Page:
Here you will find the Essay on “Rule of Law” for CSS, PMS, and Judiciary Examination. Rule of Law means “the rule of law is a principle of governance in which all persons, institutions, and entities, public and private, including the State itself, are accountable to laws“. But it is also a truth that the definition of rule of law is different in every country according to that country’s political conditions.
Essay on “Rule of Law”
The rule of law is an ancient ideal first posited by Plato as grounded in divine reason and so inherent in the natural order. It continues to be important as a normative ideal, even as legal scholars struggle to define it. The concept of impartial rule of law is found in the Chinese political philosophy of legalism, but the totalitarian nature of the regime that this produced had a profound effect on Chinese political thought which at least rhetorically emphasized personal moral relations over impersonal legal ones. Although Chinese emperors were not subject to law, in practice they found it necessary to act according to regular procedures for reasons of statecraft.
The rule of law is an ambiguous term that can mean different things in different contexts.
In one context the term means rule according to law. No an individual can be ordered by the government to pay civil damages or suffer criminal punishment except in strict accordance with well-established and clearly defined laws and procedures.
In a second context, the term means rule under law. No branch of government is above the law, and no public official may act arbitrarily or unilaterally outside the law. In a third context, the term means rule according to a higher law. No written law· may be enforced by the government unless it conforms to certain unwritten, universal principles of fairness, morality, and justice that transcend human legal systems.
The rule of law requires the government to exercise its power in accordance with well-established and clearly written rules, regulations, and legal principles. A distinction is sometimes drawn between power, will, and force on the one hand, and law on the other. When a government official acts pursuant to an express provision of a written law, he acts within the rule of law. But when a government official acts without the imprimatur of any law, she does so by the sheer force of her will and power.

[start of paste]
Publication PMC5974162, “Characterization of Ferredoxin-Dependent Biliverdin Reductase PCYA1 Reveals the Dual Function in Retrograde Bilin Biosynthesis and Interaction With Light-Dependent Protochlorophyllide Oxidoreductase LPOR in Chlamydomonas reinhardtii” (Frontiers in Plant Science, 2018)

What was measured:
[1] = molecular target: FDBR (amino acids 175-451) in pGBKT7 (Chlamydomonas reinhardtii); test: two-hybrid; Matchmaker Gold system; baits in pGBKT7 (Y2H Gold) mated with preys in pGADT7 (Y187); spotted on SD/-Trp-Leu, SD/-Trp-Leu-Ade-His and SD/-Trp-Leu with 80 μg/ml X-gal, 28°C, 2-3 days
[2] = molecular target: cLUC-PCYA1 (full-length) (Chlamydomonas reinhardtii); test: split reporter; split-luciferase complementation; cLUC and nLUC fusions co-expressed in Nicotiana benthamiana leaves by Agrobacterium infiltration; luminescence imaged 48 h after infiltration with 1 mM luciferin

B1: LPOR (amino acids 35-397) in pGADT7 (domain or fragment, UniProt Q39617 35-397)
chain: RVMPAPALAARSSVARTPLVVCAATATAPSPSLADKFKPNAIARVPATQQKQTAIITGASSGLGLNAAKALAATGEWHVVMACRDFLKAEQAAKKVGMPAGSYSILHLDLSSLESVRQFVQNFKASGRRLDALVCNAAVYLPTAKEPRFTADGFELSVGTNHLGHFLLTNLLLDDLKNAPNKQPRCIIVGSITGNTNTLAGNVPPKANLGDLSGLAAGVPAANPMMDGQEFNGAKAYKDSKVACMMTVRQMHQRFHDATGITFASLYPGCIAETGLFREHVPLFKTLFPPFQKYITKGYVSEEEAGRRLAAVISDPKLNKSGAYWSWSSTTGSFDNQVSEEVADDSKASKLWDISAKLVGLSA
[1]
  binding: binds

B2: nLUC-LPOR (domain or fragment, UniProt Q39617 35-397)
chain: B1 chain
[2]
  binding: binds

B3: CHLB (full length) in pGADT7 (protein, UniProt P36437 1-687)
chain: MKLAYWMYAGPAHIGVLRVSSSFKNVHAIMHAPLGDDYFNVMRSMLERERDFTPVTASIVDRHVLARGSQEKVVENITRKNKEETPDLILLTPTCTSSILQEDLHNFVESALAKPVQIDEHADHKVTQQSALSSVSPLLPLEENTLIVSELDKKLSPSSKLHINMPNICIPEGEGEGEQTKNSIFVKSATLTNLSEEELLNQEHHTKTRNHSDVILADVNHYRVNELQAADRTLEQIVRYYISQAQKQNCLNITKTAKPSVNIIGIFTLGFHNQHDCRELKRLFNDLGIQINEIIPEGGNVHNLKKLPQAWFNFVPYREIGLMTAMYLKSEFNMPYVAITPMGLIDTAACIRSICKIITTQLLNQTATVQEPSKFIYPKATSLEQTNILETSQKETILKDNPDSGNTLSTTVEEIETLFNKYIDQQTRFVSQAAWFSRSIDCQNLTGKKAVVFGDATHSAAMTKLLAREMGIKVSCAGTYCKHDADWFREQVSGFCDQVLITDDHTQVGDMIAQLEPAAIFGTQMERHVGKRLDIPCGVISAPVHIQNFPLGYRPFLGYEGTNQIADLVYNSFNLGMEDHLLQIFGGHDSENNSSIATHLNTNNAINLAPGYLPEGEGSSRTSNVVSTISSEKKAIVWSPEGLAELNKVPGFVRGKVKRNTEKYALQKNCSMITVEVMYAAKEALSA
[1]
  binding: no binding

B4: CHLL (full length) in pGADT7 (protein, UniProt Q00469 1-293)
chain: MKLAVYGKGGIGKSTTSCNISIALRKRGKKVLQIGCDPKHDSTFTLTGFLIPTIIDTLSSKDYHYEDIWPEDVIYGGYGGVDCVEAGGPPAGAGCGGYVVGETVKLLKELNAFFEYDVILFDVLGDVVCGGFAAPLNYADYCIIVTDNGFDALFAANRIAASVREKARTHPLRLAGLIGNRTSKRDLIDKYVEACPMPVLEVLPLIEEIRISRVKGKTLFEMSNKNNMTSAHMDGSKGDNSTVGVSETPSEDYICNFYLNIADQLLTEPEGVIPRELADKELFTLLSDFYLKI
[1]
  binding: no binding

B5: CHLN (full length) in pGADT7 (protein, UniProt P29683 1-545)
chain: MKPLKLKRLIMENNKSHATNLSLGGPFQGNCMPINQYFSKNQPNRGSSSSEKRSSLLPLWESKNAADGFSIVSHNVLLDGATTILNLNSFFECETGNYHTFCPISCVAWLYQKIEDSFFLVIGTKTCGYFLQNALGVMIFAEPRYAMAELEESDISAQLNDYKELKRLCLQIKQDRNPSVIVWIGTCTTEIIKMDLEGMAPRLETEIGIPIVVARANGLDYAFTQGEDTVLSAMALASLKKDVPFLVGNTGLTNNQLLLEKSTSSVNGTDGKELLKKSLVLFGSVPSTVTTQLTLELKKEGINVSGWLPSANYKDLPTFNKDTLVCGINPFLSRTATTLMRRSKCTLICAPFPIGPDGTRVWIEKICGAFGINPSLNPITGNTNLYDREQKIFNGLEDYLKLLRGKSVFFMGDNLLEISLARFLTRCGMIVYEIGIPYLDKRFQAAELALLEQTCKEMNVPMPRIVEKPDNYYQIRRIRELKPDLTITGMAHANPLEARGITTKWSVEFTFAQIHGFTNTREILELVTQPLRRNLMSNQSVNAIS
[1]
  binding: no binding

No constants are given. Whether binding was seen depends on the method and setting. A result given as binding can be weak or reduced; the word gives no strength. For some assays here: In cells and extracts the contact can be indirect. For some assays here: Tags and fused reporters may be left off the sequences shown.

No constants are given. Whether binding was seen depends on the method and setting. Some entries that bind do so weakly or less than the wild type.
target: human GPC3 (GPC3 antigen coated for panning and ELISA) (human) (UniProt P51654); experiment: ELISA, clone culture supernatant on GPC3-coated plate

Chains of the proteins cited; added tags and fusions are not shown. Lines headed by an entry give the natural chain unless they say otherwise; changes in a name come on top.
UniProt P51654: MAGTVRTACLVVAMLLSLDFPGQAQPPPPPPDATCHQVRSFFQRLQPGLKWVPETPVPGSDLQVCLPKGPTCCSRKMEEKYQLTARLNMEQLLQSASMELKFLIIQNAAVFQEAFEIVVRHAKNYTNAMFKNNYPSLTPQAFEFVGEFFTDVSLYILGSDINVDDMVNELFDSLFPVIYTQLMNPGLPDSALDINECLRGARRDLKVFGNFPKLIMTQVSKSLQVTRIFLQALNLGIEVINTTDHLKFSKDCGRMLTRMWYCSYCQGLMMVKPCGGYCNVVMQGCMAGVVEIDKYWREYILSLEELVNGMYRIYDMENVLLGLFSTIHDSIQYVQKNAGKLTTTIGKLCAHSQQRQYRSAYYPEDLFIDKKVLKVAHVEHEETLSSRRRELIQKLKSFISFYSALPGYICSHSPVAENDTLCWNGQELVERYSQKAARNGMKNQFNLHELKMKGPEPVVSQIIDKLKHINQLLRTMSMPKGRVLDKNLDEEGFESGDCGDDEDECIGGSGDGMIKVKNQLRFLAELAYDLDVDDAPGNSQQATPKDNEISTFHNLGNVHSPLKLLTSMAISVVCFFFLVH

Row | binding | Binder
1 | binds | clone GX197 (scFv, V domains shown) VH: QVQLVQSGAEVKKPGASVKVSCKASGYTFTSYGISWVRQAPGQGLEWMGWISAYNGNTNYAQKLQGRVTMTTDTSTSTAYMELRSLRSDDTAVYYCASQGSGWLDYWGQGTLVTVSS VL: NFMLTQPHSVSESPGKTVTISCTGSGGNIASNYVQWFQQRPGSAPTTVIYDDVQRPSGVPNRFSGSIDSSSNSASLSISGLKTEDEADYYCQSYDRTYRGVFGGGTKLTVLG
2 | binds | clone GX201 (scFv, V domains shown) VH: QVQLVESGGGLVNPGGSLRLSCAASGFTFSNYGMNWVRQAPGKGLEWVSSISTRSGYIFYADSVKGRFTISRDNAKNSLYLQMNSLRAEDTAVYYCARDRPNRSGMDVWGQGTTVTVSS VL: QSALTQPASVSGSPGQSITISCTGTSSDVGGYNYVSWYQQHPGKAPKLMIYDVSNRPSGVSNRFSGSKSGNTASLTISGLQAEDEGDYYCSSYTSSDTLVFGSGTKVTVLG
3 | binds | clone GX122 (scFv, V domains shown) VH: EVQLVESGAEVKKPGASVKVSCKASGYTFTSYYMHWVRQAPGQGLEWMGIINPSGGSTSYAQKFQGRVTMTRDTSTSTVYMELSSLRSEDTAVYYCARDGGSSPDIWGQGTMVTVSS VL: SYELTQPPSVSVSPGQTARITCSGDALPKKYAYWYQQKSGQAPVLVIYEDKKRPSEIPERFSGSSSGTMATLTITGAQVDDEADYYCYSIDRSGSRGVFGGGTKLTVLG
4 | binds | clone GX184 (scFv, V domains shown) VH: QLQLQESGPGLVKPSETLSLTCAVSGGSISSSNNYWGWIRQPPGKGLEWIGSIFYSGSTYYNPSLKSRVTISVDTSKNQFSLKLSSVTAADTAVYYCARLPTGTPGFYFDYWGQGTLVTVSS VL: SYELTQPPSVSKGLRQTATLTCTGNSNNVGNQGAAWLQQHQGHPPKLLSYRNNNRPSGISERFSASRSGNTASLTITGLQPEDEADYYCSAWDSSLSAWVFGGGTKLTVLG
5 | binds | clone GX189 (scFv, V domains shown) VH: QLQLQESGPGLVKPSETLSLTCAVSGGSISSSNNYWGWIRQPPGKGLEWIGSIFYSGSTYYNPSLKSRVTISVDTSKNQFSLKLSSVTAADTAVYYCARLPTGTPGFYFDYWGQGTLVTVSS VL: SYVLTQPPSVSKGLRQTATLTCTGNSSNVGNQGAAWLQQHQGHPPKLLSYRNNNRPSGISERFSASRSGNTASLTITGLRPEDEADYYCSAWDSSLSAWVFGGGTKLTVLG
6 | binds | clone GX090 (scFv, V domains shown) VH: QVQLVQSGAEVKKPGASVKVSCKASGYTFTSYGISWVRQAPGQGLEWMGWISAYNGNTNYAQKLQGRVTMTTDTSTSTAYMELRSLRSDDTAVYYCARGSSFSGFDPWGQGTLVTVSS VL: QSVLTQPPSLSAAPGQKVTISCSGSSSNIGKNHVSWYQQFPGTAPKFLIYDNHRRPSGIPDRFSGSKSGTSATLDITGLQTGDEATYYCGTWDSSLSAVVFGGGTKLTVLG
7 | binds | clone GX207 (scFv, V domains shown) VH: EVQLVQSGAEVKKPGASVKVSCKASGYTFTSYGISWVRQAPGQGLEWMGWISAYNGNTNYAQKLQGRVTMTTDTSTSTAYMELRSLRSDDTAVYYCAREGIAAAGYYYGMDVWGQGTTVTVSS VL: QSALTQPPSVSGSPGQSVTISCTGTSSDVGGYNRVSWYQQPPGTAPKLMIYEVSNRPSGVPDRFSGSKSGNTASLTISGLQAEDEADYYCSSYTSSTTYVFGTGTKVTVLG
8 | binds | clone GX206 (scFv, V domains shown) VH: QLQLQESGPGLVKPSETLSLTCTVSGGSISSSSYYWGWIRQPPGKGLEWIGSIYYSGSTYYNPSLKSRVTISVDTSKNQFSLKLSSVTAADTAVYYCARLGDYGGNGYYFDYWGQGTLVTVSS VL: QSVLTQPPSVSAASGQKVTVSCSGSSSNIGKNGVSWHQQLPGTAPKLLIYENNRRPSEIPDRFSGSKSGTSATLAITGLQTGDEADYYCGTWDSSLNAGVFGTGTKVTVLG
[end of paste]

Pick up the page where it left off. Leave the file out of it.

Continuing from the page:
Under the rule of law, no person may be prosecuted for an act that is not punishable by law. When the government seeks to punish someone for an offense that was not deemed criminal at the time it was committed, the rule of law is violated because the government exceeds its legal authority to punish. The rule of law requires that government impose liability- only insofar as the law will allow. Government exceeds its authority_ when a person is held to answer for an act that was leg·a11y permissible at the outset but was retroactively made illegal.
For similar reasons, the rule of law is abridged when the government attempts to punish someone for violating a vague or poorly worded law. Ill-defined laws confer too much discretion upon government officials who are charged with the responsibility of prosecuting individuals for criminal wrongdoing. The more prosecutorial decisions are based on the personal discretion of a government official, the less they are based on law.
Well-established and clearly defined laws allow individuals, businesses, and other entities to govern their behavior accordingly. Before the government may impose civil or criminal liability, a law must be written with sufficient precision and clarity that a person of ordinary intelligence will know that certain conduct is forbidden. When a court is asked to shut down a paint factory that is emitting pollutants at an illegal rate, for example, the rule of law requires the government to demonstrate that the factory owner failed to operate the business in accordance with publicly known environmental standards.
The rule of law also requires the government to exercise its authority under the law. This requirement is sometimes explained with the phrase “no one is above the law.”
Under the Constitution, no single branch of government in Pakistan is given unlimited power. The authority granted to one branch of government is limited by the authority granted to the coordinate branches and by the Bill of Rights, federal statutory provisions, and historical practice. The power of any single branch of government is similarly restrained at the state level.
A clash is presented when the government acts in strict accordance with well-established and clearly defined legal rules and still produces a result that many observers consider unfair or unjust. Before the Civil War, for example, African Americans were systematically deprived. of their freedom by carefully written codes that prescribed the rules and regulations between master and slave. Even though these slave codes were often detailed, unambiguous, and made known to the public, government enforcement of them produced unsavory results.